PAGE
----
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    1. I agree that more pressure generally "feels" faster and while the wheel may indeed roll easier on a super smooth surface, most roads are not so smooth. This means any sort of vibration is transmitted through to the rider and if you are no comfortable, then you won't be going as fast as you can. The other problem with tire pressure is that it is somewhat individualized; a 170lb. man will need more pressure then 105lb. woman. Indeed, with any new bike/tires I tend to err to the high side and then gradually back off over time until I find the sweet spot. The bell on my Cross Check has a spring on it, when the tire pressure is too high, I notice that the bell rings on it's own over small bumps in the road. It's funny because to me it's like a little tire pressure alarm telling me to pull over and bleed out a little air! LOL
      -Mas

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    2. I like this. I have a few sections that ring my bell. I'll try dropping the pressure in 5# increments and see how it changes.
      Cheers!

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  18. I've been helping people with their bikes for years with no negative consequences. A few months after I first moved out on my own I was skateboarding down the sidewalk, when I spied a pretty young girl tinkering with her bike. Scene out of a beer commercial really, Short shorts, Low cut top. Anywayz, I ask her if she needs some help!? She says "no you're only like the 5th person to ask" (Not surprising really!) I said, "No, really I used to work in a bike shop" She says "OH!, that's different!" Well, OK I fixed her bike and we've been friends ever since, even though she's not really a bike rider.
    Typically like Spin, I ask if people need help, I notice many times the bewildered look is congruent with having a new bike! Fortunately, I am old enough now that girls don't assume I am trying to pick them up and generally I'm not. Not long ago, I helped a young lady put her front wheel on properly and explained the quick release and how to reattach the v-brake cable and spring. She was quite pleased so I hopped back on my bike and headed down the bike path only to have her pass me like I was standing still a couple minutes later! YOUTH! 8-(

    Generally, People don't comment on my bikes maintenance, I guess it's the way I set them up, but seasoned bike riders look at my bikes and they just give that nod of approval! That says it all! Once they see it they know everything is in it's place and exactly as intended.

    -Masmojo

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  19. Oh, but so many people need so much "help," in so many areas.
    Fortunately, I'm pretty useless in terms of bike maintenance. I can just about keep my tires inflated, and I can lube the chain when it makes that complaining sound, and I can wipe off the sand or the salt, depending on the season. Oh, and I can change a tire (because it costs a silly amount of money to pay someone to swap the studdies on and off and my husband has a cute little bike kit w interesting gadgets inside). None of that is enough to make me feel I can offer aid or advice, though I do catch myself muttering under my breath, "That seat's too low," or "Bet those knees hurt."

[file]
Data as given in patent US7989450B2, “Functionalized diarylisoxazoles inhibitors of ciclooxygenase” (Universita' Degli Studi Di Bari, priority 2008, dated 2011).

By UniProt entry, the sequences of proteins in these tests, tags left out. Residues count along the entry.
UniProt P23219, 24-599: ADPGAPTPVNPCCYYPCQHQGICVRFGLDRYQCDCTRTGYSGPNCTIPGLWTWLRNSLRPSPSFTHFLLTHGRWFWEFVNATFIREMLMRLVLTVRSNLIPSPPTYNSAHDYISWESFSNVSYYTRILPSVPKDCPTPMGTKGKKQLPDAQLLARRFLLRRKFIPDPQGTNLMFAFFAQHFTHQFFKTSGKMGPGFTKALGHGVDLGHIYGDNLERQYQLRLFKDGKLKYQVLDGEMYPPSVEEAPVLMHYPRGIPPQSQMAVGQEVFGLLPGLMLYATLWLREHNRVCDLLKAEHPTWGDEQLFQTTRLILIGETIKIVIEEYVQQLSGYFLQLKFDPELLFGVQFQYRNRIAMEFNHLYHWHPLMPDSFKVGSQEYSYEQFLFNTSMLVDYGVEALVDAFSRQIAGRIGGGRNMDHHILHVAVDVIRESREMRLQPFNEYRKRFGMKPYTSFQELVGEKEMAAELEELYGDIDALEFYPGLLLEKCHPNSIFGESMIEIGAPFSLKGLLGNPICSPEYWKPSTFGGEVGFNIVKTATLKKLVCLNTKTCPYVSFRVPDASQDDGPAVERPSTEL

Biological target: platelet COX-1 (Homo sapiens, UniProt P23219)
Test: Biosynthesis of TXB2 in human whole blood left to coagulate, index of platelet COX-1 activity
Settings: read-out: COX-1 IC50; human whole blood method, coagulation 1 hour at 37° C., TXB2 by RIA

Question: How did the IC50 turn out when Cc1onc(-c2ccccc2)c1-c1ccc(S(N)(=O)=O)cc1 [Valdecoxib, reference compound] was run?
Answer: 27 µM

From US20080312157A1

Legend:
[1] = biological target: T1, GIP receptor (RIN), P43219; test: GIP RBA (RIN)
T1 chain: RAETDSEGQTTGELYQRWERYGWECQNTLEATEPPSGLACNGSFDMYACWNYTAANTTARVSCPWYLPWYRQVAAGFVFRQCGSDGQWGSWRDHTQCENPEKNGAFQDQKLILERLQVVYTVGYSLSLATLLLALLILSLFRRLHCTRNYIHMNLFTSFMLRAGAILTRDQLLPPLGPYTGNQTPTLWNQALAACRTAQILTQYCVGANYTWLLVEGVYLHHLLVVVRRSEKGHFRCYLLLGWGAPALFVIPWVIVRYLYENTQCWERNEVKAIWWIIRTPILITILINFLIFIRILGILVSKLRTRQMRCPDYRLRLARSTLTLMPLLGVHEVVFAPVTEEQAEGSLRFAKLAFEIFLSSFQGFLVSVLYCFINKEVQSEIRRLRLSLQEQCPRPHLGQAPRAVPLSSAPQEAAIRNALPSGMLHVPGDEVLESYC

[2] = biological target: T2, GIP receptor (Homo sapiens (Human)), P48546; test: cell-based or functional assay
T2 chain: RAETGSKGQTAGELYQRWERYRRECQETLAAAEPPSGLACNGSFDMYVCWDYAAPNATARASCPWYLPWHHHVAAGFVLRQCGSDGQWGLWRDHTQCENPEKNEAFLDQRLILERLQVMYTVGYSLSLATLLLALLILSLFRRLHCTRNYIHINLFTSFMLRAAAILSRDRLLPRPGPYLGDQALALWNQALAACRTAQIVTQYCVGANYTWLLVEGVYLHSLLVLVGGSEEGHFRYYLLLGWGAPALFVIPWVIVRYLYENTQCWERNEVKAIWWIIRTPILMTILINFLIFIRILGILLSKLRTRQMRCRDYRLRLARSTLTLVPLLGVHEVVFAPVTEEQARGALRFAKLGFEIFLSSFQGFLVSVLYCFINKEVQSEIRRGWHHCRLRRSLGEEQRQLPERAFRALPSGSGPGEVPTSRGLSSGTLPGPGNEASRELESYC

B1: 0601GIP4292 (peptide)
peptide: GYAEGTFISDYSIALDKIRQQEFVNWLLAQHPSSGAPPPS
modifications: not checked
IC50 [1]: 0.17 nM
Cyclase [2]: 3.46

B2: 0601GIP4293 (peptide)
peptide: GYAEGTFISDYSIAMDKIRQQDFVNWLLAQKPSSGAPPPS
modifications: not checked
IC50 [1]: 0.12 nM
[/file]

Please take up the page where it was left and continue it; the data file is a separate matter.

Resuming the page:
For me, the hardest advice not to give is when someone is lamenting that they can't ride their bike.
    "I wish I could, but ... ... I'll be all sweaty." Ride slower.
    "... but, it's too far." Don't go that far, then.
    "... but, my tires were stolen." Um???
    I've come to see that these aren't really regrets, just conversational noises, so I just smile and nod and say, well, it works for me.

    On the other hand, I don't think I have ever had anyone tell me what to do/ not do w my bike set up, outside a LBS, where they're right in thinking that's why I'm there.

    Do love the idea posted above: tell helpful meddlers the tire pressure is deliberately set at 91.2 or something. (And report back on the look on their face.)

    Best,
    Lil Bruin

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  20. I've a very old book which I rarely use but will now consult Emily Post on this issue. The tips are always useful.

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  21. I don't use a gauge, just pump them up and squeeze them until the feel right. Same for my SS MTB and Brompton, never had a problem.

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  22. Harry says; The old "I work in a bike shop" never failed when I was a commuting mechanic. I carried a variety of the usual spares but mainly several inner tubes of various sizes. Canberra is a bicycle commuter heaven and I'd usually whack a tube in for someone and give them our shop business card inviting them to pop in and pay for the tube anytime. They often bought a spare too and we sold several new bikes this way. I can't remember any no-shows. As for advice about tyre pressure et al, my friends know that I 'know stuff' but still look at me with pity when I mention my set-up :- Clément LGG 35mm at 70/75 psi.